These are just a few of the names you will inevitably come across when looking for a public sector collaborative procurement framework. The beauty of these organisations is that, despite crossover in the types of frameworks, they collectively cover pretty much anything you might want to buy. All the frameworks are easily accessible and open up a corner of the supply market for whatever your requirement is.

Shop around, see which framework suits you and your organisation the best and go from there. And if all else fails, look and see if you can set up something yourself. You may even be able to help your fellow public sector professionals (or work with them) to collectively meet your requirements.

I’d love to hear your thoughts on this article and the series of articles on the challenges facing public sector procurement in 2019. Leave your comments below, or get in touch directly, I’m always happy to chat!

5 Productivity Hacks You Should Be Using Now

When things are really hitting the fan you don’t just need one productivity hack – you need an arsenal.


By Suzanne Tucker / Shutterstock

The panic is real. So many things to do, all of equal value and all due yesterday! How do you cut through the noise? Here are my proven hacks for achieving the impossible.

Mindset

The most important place to begin is your mind. Often in high pressure situations you begin to worry. You worry about the volume of tasks you need to do, the timeframes, the pressures put on you to deliver and the number of project responsibilities.

Within this context (the brow furrowing worry), the brain becomes overwhelmed. Research has proven that ability of working memory to direct attention to what’s relevant is incredibly compromised, the brain is effectively running lots of programmes at once and everything slows down. In terms of how the brain processes information, we know that the brain dedicates capacity to verbal information and some capacity to spatial information. When people are worried it is common that they talk to themselves in their head – worries tend to be verbal and therefore compete for the limited pool of capacity.

Psychologist Sian Beilock found that when students are presented with a mathematical problem presented horizontally “32 – 17 = x” it demands more of the brain’s verbal resources than when the same problem is presented vertically.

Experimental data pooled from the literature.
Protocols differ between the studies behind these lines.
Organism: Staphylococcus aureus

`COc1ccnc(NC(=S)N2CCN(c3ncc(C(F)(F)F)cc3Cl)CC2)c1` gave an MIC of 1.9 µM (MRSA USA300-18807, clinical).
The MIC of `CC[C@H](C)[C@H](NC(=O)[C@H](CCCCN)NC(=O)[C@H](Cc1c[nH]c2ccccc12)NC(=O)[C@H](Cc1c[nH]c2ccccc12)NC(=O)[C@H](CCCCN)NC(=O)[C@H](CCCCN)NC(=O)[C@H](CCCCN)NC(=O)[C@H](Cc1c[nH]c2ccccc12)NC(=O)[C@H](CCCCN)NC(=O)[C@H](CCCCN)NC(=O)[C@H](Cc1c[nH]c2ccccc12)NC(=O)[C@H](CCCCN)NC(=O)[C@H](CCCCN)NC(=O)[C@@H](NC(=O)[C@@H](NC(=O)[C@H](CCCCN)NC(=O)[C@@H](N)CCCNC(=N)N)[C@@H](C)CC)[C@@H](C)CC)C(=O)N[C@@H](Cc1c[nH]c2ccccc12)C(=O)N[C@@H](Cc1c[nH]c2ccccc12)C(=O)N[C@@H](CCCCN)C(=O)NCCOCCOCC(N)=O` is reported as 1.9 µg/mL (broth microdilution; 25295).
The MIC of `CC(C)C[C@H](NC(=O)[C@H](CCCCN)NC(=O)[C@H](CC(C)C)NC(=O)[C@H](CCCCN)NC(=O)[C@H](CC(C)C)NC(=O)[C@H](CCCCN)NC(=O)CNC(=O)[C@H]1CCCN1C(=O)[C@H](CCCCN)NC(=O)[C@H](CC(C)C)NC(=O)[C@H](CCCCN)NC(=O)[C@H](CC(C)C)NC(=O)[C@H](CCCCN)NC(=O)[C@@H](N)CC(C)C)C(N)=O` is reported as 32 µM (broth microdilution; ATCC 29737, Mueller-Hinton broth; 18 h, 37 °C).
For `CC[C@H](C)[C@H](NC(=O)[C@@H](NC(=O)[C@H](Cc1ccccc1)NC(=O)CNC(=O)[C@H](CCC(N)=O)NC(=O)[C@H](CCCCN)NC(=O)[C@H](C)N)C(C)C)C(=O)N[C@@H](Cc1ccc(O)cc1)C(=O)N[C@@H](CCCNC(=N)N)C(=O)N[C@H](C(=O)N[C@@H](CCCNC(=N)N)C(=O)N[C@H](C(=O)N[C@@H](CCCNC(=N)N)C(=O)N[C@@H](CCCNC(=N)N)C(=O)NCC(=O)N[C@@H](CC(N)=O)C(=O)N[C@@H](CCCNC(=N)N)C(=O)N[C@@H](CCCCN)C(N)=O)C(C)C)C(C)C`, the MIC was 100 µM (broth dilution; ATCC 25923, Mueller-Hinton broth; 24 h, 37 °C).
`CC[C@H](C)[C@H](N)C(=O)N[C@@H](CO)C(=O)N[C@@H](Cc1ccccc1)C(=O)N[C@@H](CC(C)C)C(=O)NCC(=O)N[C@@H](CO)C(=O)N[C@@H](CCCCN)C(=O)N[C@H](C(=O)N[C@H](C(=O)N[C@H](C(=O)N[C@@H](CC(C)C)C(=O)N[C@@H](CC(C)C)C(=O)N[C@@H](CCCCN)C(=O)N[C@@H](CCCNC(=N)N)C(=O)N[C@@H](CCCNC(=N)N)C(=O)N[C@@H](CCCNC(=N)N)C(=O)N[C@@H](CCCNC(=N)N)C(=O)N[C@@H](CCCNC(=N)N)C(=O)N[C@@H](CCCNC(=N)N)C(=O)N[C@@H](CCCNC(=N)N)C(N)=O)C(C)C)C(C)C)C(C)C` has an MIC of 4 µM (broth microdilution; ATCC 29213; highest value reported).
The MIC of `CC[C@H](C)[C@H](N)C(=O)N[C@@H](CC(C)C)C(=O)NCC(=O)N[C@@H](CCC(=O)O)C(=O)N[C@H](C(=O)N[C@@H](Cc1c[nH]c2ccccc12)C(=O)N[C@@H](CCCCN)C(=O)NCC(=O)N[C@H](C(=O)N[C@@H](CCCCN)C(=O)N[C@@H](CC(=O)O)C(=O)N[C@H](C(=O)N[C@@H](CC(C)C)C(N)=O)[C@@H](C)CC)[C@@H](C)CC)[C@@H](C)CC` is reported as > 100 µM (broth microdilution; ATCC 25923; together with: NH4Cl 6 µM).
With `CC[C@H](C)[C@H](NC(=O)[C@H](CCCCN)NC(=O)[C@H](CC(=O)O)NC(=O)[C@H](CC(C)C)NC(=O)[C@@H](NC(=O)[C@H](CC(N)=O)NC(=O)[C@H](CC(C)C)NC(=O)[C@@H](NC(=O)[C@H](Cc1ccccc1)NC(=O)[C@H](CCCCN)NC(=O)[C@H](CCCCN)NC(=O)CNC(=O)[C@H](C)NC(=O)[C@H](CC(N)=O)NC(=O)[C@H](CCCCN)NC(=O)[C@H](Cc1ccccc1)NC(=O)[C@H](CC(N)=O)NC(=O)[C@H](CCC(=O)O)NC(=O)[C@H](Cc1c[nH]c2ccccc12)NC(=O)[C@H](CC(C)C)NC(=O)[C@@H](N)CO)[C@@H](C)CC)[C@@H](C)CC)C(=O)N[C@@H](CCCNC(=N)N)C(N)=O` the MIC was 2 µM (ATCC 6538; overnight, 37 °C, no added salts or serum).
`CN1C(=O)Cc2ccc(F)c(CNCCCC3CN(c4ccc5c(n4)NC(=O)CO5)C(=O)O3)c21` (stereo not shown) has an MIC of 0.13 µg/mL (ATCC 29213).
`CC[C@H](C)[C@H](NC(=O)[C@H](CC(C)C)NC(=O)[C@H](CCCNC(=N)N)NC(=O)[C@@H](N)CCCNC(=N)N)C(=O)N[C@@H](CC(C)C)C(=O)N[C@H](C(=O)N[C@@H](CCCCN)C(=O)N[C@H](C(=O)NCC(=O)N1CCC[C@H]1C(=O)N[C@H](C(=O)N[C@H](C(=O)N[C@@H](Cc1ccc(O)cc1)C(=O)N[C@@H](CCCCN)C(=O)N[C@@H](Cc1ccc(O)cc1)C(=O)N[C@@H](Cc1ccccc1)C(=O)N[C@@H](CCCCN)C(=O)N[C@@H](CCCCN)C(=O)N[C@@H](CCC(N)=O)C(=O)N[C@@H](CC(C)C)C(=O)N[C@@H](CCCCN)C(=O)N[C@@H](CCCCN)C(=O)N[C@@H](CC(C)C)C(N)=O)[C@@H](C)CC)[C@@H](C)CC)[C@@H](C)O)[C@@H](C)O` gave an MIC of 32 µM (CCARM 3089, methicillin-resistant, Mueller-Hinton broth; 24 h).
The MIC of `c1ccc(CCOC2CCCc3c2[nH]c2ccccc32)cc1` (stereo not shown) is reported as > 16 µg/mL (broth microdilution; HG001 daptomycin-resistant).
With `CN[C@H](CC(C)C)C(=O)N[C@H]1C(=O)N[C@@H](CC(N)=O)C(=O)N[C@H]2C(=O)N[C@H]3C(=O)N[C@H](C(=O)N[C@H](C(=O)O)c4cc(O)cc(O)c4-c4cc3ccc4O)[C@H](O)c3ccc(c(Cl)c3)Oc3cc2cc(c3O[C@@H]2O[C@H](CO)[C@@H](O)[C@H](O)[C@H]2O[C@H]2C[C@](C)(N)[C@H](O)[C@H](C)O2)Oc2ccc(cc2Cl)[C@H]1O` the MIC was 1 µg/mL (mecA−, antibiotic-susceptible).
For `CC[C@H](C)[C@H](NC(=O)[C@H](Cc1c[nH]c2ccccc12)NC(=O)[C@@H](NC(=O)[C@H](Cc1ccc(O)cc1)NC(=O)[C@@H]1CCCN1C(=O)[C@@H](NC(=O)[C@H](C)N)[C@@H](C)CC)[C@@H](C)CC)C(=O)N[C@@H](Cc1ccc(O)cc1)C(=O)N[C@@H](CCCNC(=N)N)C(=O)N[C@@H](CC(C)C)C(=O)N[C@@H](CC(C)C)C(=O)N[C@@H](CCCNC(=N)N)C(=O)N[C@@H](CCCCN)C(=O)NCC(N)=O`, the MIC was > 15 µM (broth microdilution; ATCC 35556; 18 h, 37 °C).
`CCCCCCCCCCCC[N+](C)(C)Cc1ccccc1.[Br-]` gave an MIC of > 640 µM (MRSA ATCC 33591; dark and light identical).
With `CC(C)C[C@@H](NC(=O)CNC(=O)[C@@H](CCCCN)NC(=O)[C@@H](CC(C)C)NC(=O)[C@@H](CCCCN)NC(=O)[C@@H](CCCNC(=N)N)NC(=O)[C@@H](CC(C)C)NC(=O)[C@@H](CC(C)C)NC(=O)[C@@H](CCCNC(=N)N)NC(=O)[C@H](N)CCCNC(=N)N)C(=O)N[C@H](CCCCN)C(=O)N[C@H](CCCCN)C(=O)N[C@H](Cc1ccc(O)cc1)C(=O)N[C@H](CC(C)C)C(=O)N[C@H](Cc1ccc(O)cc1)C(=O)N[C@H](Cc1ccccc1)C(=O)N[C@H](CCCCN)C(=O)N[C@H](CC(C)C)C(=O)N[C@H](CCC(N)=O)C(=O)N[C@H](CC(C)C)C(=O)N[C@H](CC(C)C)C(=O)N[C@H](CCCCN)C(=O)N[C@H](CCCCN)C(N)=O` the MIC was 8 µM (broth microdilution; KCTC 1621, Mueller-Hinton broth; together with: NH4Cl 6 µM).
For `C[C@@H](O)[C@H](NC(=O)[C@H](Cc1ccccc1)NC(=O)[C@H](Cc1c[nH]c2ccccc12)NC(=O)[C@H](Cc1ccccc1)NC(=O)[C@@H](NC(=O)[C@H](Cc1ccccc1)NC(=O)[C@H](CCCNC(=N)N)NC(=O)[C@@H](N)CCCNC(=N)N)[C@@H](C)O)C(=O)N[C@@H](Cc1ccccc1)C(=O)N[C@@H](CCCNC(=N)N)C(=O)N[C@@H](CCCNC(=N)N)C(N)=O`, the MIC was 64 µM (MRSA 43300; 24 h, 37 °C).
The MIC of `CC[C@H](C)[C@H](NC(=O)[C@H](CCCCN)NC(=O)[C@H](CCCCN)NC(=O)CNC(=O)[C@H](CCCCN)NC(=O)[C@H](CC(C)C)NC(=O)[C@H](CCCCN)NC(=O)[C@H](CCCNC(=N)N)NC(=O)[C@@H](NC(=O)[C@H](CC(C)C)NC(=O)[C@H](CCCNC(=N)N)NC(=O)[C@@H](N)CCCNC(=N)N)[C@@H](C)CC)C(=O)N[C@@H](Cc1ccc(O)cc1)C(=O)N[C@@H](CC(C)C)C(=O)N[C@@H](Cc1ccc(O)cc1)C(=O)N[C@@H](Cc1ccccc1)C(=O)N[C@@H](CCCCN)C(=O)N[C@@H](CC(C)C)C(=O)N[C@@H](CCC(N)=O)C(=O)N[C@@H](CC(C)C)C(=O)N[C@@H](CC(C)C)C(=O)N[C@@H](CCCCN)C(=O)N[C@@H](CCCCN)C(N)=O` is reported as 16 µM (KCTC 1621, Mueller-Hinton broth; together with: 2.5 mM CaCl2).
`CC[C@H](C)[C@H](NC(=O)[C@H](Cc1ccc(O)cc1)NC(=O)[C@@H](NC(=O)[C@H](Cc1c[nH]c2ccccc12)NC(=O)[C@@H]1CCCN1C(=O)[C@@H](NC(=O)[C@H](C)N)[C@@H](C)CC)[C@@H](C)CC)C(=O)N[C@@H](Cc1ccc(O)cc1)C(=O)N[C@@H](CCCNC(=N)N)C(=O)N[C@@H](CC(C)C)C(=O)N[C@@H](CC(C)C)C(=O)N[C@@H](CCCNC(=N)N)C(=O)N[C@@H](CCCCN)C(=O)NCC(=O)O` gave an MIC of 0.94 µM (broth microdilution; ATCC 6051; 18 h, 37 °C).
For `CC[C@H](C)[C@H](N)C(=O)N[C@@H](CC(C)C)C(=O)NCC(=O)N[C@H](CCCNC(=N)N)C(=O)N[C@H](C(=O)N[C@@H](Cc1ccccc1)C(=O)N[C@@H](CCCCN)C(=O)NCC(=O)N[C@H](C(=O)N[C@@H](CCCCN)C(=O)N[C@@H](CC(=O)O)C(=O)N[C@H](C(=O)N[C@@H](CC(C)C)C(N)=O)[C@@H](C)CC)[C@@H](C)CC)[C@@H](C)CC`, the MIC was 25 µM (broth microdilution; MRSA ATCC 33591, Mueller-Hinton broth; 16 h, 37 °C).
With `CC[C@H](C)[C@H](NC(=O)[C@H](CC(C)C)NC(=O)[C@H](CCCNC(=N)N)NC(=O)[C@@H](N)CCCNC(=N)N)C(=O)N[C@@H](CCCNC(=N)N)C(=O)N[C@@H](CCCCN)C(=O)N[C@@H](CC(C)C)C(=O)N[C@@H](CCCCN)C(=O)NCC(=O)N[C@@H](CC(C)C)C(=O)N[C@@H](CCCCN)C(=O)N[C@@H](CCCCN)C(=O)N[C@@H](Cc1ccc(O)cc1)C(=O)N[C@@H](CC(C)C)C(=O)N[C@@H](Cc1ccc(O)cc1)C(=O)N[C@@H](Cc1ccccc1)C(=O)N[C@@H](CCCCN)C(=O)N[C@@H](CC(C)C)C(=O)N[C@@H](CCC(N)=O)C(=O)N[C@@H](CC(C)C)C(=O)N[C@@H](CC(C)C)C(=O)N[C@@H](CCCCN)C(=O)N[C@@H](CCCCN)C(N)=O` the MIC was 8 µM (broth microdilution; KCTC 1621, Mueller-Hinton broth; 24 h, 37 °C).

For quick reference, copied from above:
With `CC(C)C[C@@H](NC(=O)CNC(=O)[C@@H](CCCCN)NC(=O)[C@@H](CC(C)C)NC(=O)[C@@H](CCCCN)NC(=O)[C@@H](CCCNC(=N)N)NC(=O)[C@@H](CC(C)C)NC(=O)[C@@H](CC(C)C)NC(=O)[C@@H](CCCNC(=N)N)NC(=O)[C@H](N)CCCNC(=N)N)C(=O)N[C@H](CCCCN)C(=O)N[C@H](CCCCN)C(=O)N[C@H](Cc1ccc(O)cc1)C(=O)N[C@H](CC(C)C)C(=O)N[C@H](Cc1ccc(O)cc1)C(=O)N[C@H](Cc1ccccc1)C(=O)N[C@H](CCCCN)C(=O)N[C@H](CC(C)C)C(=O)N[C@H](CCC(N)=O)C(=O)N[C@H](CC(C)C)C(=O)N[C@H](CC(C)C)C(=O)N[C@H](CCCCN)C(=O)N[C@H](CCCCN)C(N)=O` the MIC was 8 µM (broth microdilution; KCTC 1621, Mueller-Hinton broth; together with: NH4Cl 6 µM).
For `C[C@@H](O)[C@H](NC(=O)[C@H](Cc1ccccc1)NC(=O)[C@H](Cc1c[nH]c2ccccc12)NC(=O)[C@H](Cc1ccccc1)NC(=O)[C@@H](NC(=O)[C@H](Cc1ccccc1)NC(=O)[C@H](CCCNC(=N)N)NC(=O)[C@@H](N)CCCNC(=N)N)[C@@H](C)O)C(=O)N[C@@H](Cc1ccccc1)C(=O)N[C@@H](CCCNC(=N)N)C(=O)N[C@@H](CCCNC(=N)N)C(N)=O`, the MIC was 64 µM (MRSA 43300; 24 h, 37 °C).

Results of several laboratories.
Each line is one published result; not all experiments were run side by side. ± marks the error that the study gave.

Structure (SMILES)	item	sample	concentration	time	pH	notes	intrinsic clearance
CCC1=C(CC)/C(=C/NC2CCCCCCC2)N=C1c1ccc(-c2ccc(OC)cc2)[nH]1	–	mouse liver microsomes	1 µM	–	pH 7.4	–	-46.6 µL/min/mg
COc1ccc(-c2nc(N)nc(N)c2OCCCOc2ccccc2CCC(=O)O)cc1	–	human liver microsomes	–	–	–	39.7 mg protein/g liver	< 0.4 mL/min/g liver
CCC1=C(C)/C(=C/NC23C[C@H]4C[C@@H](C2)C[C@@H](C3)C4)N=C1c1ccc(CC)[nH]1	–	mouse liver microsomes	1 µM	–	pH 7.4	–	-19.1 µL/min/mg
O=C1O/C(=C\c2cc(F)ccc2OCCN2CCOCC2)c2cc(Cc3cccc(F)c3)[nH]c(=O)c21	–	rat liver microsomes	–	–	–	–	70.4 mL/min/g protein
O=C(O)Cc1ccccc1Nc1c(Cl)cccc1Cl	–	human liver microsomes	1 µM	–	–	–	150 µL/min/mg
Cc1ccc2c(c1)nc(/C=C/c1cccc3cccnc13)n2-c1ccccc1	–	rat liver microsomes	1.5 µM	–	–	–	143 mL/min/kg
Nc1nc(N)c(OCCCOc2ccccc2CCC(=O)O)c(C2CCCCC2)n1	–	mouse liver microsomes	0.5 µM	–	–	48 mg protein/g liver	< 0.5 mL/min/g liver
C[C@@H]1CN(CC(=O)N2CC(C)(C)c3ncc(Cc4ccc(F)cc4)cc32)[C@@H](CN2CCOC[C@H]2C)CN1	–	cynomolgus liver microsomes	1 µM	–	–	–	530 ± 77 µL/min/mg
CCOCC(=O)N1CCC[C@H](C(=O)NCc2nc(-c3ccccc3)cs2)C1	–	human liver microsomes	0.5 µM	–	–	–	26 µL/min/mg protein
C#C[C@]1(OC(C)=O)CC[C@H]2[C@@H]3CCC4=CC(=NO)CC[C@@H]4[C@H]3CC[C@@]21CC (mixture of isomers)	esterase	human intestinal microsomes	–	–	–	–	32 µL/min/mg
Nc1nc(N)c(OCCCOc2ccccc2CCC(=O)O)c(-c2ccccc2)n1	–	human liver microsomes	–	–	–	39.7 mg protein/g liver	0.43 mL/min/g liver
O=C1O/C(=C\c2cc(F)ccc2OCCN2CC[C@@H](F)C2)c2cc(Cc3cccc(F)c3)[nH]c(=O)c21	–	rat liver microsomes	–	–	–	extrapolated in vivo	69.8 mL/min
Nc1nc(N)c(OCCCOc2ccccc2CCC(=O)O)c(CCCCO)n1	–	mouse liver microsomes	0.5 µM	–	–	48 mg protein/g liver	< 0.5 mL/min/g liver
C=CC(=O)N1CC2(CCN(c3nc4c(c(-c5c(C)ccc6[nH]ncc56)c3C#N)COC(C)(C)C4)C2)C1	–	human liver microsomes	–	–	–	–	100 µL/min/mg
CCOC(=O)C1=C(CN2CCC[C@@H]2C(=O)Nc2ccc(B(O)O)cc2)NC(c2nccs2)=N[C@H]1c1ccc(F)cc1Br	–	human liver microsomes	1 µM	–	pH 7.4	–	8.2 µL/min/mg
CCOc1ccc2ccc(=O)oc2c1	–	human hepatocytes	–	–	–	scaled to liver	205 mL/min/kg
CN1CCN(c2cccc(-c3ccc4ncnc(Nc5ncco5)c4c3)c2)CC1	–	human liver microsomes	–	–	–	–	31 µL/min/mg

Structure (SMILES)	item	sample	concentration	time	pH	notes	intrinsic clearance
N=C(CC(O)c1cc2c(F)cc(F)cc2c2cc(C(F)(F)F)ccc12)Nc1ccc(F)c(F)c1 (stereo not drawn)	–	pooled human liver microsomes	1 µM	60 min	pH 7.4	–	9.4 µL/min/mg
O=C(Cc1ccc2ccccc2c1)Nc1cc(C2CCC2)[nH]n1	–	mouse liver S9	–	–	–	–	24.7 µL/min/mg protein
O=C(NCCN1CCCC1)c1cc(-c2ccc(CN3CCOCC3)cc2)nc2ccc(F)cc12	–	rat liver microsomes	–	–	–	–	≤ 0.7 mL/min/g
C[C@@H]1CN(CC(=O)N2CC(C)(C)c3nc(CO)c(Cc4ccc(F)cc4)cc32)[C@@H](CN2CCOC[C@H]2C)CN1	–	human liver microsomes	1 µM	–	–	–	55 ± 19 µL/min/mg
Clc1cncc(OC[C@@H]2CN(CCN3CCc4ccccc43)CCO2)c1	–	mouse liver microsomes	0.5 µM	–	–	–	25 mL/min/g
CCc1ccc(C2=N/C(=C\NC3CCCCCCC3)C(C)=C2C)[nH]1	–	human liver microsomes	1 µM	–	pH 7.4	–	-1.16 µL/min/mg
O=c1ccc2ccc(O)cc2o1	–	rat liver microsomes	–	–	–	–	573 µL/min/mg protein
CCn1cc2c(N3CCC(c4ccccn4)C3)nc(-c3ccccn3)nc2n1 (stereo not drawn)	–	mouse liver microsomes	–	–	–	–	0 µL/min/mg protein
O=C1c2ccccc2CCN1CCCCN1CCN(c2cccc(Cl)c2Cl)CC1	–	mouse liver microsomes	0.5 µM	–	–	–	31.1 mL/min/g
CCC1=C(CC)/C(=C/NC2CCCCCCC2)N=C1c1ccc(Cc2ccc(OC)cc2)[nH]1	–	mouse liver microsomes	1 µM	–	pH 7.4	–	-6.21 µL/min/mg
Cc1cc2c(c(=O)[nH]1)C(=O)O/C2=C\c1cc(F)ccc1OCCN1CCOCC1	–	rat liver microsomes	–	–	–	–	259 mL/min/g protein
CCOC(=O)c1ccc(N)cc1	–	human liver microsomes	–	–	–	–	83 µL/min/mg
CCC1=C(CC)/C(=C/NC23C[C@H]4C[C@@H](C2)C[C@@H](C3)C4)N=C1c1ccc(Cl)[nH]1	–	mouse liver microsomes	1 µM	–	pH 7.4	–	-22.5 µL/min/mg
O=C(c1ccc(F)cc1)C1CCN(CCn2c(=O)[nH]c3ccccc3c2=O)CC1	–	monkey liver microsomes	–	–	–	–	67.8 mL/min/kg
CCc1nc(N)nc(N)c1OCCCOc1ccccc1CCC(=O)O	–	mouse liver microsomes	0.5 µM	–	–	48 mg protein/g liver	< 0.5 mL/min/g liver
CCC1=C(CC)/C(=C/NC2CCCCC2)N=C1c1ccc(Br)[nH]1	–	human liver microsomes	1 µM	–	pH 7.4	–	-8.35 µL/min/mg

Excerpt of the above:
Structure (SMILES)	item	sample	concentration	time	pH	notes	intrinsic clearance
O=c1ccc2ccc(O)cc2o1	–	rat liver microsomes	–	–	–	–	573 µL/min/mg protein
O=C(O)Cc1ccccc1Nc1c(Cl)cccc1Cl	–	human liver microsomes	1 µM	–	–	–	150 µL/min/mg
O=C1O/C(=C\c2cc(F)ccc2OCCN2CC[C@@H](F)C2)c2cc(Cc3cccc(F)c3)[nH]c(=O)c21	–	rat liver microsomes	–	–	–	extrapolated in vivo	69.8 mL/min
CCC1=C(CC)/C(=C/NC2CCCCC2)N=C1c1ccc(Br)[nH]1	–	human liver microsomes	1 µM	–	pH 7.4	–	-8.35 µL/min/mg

The brain processes vertical information visually and therefore accesses the spatial capacity which has less demand for its resources.

This is often why making lists can feel better!

Taking back control

Understanding how the brain works is one thing but if things are really hitting the fan then don’t just need one productivity hack – you need an arsenal! Here are my top five productivity hacks to help you take back control.

1. Eisenhower Matrix

President Eisenhower was on to something when he shared this technique of decision making and prioritisation. It is a four box quadrant that helps you organise tasks in order of urgency and importance. My on-the-ground approach is to draw up four large boxes in my notebook and head them up according to what I need e.g. Urgent / Do now, Do next, Monitor, Delegate then I simply put each task under these headings and focus on one thing at a time.

2. Find an organisational app like Trello

Once you have identified the individual tasks and organised them into an Eisenhower, it can be helpful to transfer them to an electronic platform where you can easily access and update them. I am a huge fan of Trello, it is a free “to do list” app that I use for all of my projects. Having your to do list in an electronic platform gives you the opportunity to share your to do list and collaborate with other people as well as update things when you’re on the go.

3. Pomodoro Technique

This is a time management technique that dates back to the 1980’s, it was created by Francesco Cirillo and is based on the principle of short, sharp, concentrated bursts of activity. If you’re curious, the technique is named after the Pomodoro (tomato) timer that Cirillo used when he was at university.

Once you have your Eisenhower Matrix completed and your life uploaded into Trello, take the most urgent tasks and block out your calendar accordingly. You may need to play with the time period that suits you, some people can do a full hour but I prefer no more than 30 minutes – that’s a long time concentrating on one task!